As a child brought up in Bengal, I have been gripped many a times by the fervour surrounding the Durga Puja. Approaching Pujas, my eyes would search for the motherly silhouette of Maa Durga everywhere I went. In my childhood days, Durga Puja meant a mini-vacation from school and it also meant that I could participate in the festivities with friends and family. I would fancy wearing new clothes and accessories; my parents would also give me some pocket money to buy ice creams, puchkas and trinkets from puja stalls.
Clasped by a spirit of festal reverberation Bengalis celebrate the glittering presence of Maa Durga during her once-a-year four day residence amid earthlings. Shashti, Saptami, Maha Ashtami, and Navami are the names given to these four days, and special puja ceremonies and rituals are conducted by priests during the same. Durga Pujas are organised to welcome the arrival of Durga Maa and to celebrate her triumph over the demon Mahishasur. It is a symbolic festival which is celebrated the world over by the Hindu community, especially the Bengalis. In rest of India, the festivities stretch out over a period of nine days and are known as Navaratris. The symbolism of good prevailing over bad is perfectly represented on this auspicious occasion.
Enamoured by the sound of ceremonial dhaak and clustered behind a smoke of dried coconut skin and dhuno, people would stand in veneration in Puja pandals, waiting for a glimpse of the pious face of Maa Durga. Decorated pandals in wood, bamboo sheets and structures and the idol of the deity in clay and plaster of Paris, draped in magenta, crimson, dark blue, turquoise, red or pink silk saris; flanked by her sons and daughters on either side, including Saraswati, deity of the arts, knowledge, music, Lakshmi, deity of fortune and wealth and Kartikeya and Shri Ganesh; the ambience would be rent with sublime optimism. And through a layer of light dhuno smoke, Maa Durga would stare back at everyone with élan, almost nudging everyone to pray some more.
During the Pujas, Bhog Prasad would usually be served to all those who came to the Puja pandals. In the evenings events like singing, dancing and other competitions would take place in an adjoining stage within the pandals, mostly for children. Cities would be soaked in lights at night, and any noise or annoying snarling traffic jams forgotten by those rushing on foot to see their deity in golden finery. Not only in the city of Joy, Kolkata, but also in Delhi and other cities across the country I have experienced similar wonder during Pujas. Therefore it has always never really been about the city, but the festival itself, which finds acceptance in almost all regions of the country and amongst most communities.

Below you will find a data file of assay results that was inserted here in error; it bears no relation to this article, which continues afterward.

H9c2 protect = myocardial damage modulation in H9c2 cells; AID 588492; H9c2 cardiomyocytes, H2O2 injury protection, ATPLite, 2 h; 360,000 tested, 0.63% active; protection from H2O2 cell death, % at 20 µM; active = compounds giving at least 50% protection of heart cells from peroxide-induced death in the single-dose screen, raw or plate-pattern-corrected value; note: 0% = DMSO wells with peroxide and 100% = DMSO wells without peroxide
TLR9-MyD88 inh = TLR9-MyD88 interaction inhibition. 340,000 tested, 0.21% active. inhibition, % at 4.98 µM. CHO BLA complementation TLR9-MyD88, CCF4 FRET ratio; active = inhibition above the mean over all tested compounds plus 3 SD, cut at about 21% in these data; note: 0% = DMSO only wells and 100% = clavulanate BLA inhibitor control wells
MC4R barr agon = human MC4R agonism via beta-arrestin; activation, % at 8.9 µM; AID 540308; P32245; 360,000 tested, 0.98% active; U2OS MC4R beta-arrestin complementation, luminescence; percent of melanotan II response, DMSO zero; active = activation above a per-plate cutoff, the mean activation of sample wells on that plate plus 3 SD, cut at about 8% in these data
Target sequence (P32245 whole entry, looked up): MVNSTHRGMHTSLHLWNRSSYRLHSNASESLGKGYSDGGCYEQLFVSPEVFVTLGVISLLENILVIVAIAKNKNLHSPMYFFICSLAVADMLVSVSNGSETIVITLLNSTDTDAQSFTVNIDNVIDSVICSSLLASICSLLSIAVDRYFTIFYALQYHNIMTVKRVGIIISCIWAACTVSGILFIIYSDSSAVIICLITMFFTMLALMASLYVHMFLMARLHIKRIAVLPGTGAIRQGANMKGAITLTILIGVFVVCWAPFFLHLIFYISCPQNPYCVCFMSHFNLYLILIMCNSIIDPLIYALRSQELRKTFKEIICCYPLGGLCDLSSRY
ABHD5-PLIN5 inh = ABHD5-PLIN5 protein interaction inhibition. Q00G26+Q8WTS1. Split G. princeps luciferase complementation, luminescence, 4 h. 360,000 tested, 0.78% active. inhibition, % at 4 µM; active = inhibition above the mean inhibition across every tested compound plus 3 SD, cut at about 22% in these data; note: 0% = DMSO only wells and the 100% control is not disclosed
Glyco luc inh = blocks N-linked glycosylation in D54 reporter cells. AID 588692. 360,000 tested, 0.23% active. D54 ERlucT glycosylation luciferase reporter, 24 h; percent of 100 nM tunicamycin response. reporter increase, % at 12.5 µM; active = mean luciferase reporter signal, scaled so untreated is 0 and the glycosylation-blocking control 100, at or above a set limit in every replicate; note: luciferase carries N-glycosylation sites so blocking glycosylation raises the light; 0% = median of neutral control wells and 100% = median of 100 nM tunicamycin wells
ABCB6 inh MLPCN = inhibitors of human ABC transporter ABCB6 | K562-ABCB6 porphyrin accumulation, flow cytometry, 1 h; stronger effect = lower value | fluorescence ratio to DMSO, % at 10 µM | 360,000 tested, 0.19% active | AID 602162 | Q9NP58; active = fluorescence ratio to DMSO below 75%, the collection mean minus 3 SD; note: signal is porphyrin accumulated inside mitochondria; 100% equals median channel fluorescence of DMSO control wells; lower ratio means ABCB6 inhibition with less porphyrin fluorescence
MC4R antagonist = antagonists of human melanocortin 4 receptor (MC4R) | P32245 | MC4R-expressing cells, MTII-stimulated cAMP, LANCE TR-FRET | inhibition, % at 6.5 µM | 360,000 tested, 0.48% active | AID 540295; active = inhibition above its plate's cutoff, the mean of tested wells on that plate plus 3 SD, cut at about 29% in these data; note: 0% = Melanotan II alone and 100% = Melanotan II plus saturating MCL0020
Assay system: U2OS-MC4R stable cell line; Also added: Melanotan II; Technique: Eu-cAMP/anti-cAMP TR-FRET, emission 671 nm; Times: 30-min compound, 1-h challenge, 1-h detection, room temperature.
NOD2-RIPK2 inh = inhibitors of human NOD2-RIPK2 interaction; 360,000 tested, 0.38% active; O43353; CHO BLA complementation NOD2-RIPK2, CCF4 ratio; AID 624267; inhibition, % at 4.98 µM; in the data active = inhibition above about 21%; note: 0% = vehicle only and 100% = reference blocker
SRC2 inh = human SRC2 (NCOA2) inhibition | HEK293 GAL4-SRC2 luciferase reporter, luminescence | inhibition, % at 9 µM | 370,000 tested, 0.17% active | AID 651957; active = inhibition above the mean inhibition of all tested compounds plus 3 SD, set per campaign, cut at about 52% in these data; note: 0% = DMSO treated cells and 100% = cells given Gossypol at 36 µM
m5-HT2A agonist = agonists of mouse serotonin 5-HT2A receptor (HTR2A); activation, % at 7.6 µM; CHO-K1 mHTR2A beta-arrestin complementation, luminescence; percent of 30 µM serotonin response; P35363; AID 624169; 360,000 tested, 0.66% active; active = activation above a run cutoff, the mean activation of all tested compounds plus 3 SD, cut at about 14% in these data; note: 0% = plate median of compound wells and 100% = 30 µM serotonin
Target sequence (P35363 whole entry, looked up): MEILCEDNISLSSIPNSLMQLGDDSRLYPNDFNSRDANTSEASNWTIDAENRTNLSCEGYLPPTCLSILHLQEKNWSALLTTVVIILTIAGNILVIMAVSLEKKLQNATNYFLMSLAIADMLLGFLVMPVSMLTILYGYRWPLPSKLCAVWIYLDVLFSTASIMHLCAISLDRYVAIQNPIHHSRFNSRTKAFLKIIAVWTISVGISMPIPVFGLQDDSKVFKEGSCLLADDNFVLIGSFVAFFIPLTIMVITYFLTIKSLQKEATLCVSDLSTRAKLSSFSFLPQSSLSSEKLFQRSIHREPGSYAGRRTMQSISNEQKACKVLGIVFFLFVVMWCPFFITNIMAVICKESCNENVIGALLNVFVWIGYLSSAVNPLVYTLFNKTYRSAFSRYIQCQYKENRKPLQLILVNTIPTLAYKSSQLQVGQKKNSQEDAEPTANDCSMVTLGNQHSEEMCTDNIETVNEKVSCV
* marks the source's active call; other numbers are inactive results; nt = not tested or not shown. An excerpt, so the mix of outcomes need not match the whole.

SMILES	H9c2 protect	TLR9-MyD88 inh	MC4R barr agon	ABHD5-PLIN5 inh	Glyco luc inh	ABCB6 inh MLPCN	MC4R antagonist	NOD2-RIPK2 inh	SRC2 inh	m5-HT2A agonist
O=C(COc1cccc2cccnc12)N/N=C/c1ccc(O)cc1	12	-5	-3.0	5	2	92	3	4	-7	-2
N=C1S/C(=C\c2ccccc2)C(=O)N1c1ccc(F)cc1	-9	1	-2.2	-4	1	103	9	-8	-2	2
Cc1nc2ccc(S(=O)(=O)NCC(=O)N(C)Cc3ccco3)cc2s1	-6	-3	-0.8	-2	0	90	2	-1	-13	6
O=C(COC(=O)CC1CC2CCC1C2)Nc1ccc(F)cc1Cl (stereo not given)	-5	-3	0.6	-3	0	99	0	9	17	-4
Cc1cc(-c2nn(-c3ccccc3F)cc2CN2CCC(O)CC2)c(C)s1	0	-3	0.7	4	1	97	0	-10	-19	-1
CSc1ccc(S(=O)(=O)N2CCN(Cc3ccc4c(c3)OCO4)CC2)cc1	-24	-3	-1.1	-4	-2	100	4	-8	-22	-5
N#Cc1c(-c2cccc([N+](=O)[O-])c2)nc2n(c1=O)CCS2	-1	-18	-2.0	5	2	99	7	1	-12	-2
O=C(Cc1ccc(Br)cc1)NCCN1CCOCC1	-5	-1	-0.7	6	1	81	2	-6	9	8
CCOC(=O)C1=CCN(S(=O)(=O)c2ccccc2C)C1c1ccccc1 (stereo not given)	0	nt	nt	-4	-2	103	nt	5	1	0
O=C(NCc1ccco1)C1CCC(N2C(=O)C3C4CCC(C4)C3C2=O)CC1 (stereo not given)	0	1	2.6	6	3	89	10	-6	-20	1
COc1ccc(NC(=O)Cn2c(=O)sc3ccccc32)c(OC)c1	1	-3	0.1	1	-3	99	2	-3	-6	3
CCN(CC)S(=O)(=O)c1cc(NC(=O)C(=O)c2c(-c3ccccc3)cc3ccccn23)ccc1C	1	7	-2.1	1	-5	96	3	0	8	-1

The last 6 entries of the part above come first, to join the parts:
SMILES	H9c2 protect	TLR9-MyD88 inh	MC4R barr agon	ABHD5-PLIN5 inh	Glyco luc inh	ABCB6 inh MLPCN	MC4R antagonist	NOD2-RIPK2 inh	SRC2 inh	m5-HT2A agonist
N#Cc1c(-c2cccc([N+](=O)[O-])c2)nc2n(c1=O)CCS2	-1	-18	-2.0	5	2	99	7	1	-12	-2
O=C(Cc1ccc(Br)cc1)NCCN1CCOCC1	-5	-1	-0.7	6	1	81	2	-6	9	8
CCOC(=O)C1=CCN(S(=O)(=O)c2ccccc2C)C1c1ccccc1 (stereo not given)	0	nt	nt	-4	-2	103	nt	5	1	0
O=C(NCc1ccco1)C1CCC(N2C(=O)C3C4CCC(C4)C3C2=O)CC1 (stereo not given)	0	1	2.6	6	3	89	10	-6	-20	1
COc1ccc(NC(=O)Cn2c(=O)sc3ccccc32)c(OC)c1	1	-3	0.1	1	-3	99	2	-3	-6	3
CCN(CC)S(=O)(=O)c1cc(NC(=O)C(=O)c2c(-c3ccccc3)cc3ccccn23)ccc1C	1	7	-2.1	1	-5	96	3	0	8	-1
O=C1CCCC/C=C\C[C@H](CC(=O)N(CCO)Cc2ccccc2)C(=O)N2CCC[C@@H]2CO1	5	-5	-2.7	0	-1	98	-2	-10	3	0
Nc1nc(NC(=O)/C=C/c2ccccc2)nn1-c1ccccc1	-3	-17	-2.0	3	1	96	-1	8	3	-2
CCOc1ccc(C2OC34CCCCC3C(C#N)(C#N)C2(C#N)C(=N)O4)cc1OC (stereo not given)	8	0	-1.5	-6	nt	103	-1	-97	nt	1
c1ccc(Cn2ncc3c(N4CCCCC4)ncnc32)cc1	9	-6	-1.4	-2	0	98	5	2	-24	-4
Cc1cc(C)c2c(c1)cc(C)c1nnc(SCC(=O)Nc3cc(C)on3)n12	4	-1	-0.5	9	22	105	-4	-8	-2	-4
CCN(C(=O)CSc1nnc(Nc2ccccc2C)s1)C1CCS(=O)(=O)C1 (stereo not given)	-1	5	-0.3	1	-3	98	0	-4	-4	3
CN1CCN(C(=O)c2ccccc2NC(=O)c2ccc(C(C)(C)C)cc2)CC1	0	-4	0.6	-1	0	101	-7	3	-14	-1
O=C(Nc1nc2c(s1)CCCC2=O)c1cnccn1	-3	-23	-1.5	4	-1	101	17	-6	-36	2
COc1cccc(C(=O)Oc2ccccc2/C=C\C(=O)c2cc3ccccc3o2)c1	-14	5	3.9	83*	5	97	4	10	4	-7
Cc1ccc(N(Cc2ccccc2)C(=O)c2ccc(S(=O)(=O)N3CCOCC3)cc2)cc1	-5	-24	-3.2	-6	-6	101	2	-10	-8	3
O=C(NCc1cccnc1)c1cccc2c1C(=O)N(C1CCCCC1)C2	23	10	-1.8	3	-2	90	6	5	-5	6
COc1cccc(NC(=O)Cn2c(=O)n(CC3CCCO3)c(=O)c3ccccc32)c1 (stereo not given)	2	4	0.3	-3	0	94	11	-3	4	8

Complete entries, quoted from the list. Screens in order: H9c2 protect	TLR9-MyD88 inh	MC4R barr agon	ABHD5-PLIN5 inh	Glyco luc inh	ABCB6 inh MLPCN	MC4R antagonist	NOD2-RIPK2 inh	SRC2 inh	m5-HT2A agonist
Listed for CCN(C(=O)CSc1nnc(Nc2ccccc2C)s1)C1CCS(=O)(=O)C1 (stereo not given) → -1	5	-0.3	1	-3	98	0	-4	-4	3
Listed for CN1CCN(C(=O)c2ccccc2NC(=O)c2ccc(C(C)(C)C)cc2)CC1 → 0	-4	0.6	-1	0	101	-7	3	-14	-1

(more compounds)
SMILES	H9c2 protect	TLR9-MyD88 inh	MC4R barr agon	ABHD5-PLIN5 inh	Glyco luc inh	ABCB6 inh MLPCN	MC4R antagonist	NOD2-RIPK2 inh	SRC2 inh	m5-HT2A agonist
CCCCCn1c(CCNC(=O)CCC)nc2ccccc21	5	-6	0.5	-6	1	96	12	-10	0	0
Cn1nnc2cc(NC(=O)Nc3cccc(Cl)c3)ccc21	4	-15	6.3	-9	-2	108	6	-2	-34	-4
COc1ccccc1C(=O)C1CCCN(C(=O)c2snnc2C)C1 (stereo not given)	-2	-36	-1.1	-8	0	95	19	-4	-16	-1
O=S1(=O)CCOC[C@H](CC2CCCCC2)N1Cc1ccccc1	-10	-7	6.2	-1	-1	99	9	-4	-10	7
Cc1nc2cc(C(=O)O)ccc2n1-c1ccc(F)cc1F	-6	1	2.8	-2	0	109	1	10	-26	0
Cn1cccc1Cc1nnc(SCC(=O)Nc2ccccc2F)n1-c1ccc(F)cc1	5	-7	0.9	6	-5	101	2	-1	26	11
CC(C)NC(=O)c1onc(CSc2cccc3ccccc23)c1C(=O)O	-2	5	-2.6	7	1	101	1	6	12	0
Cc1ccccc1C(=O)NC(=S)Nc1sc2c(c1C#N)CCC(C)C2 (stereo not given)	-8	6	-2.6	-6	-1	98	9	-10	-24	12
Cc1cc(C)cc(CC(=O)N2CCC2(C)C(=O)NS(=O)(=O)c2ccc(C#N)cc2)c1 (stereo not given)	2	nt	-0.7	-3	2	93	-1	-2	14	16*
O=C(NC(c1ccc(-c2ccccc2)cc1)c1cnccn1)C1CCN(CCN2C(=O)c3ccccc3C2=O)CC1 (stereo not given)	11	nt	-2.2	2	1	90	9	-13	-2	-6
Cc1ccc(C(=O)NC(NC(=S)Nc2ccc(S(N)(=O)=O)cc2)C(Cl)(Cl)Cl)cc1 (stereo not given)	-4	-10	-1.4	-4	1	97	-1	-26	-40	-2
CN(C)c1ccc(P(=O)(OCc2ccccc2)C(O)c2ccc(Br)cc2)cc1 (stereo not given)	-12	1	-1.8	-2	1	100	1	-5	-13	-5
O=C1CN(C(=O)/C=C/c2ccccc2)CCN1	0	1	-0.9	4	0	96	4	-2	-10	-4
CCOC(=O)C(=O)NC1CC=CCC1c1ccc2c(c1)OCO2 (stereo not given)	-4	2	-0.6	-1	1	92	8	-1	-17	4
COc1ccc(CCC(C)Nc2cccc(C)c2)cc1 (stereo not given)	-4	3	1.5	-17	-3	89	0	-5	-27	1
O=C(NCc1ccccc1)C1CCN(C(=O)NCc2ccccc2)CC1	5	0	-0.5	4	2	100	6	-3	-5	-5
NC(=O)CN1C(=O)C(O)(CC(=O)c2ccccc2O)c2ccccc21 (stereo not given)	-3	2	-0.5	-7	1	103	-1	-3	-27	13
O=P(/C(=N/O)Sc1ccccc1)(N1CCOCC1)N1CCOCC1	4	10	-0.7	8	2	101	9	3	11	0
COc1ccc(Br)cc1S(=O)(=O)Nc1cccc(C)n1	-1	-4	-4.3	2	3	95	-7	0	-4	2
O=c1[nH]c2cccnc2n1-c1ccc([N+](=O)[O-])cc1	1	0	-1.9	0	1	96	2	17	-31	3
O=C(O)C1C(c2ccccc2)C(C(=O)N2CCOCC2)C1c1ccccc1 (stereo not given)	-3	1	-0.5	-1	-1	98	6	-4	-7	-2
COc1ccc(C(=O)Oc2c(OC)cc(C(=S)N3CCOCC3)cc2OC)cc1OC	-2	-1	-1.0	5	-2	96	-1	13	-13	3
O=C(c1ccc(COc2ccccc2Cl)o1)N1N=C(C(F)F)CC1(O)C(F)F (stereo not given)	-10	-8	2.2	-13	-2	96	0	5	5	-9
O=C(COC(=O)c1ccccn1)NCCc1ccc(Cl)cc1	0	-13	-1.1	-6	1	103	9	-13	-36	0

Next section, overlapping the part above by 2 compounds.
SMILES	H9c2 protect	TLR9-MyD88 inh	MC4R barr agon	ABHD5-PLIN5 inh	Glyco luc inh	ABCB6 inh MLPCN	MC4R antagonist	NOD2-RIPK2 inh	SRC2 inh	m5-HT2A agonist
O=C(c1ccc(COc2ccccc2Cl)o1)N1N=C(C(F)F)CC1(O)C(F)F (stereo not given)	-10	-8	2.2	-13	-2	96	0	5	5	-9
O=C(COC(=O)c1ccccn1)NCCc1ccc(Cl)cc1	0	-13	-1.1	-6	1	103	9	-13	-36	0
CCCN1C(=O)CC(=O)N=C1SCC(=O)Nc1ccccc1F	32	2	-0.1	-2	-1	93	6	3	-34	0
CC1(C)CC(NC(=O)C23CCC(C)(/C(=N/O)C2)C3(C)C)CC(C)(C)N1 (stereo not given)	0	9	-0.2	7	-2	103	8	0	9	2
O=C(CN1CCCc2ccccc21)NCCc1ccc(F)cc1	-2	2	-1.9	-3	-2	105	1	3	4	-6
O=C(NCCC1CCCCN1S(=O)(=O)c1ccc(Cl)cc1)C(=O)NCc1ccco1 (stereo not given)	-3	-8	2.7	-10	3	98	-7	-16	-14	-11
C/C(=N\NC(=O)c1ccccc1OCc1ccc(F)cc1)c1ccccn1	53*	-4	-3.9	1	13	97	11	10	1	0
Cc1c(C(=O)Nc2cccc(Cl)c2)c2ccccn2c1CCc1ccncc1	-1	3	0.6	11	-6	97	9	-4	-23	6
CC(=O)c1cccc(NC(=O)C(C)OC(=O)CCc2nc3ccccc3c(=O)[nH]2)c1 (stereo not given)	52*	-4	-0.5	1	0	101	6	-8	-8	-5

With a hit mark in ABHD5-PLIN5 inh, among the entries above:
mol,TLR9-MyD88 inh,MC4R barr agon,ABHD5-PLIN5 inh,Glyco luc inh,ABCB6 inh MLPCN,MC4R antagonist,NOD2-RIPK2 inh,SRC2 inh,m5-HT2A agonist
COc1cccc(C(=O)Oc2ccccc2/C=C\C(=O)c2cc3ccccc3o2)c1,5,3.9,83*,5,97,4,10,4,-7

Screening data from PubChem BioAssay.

On Bijoya Dashami, which is the name given to the fifth day of the Pujas; Maa Durga’s idol is submerged in the river, with loud chants of Shri Durga Mai ki Jai. A gust of emptiness would usually come upon me on the last day, because in reality, the Goddess does fill the air with unencumbered positive affluence throughout the festival. But then I would suddenly remember that she would return again next year and this would always give me something precious to look forward to.
Many features of Durga Pujas have essentially remained the same over the years. Except for altering certain aspects related to the designs of the pandals, like shifting to theme-based pujas like themes on Harry Potter, Himalayas, famous Ashrams like Belur Math, Dakhineshwar, Konark Temple, Jurassic Park etc in addition to traditional Puja ornamentation, all else about the pujas has remained unchanged. In several ways even today, Durga Puja retains the same harmony, authenticity, fervour, love, generosity, abundance and efficacy of years gone past. I see similar ecstatic expressions on normally stoic faces, looking at the divine mother with impassioned faith, seeking abundance, love and her blessings. This year too, events, personalities, themes, around her may subtly change, but the goddess shall remain as powerful; ever so angelic, unprejudiced and compassionate.
Box Item: Four months prior to Durga Pujas, clay idol makers set out to create corporeal forms of the Goddess; coalesced in ingredients of clay, bamboo and plaster of Paris. Painstakingly, in the skilled hands of the artisans and devotion in their hearts, wisdom takes shape in the heavenly image of Maa Durga, including her arms, feet, torso, entire form and her beautiful large luminous eyes. Clay from the Ganges turns into giant deities. Garlanded in marigolds, roses, and with lotuses at her feet, she showers her blessings on those who fastidiously create her and those who deeply worship her.
Also Published on the HansIndia Daily
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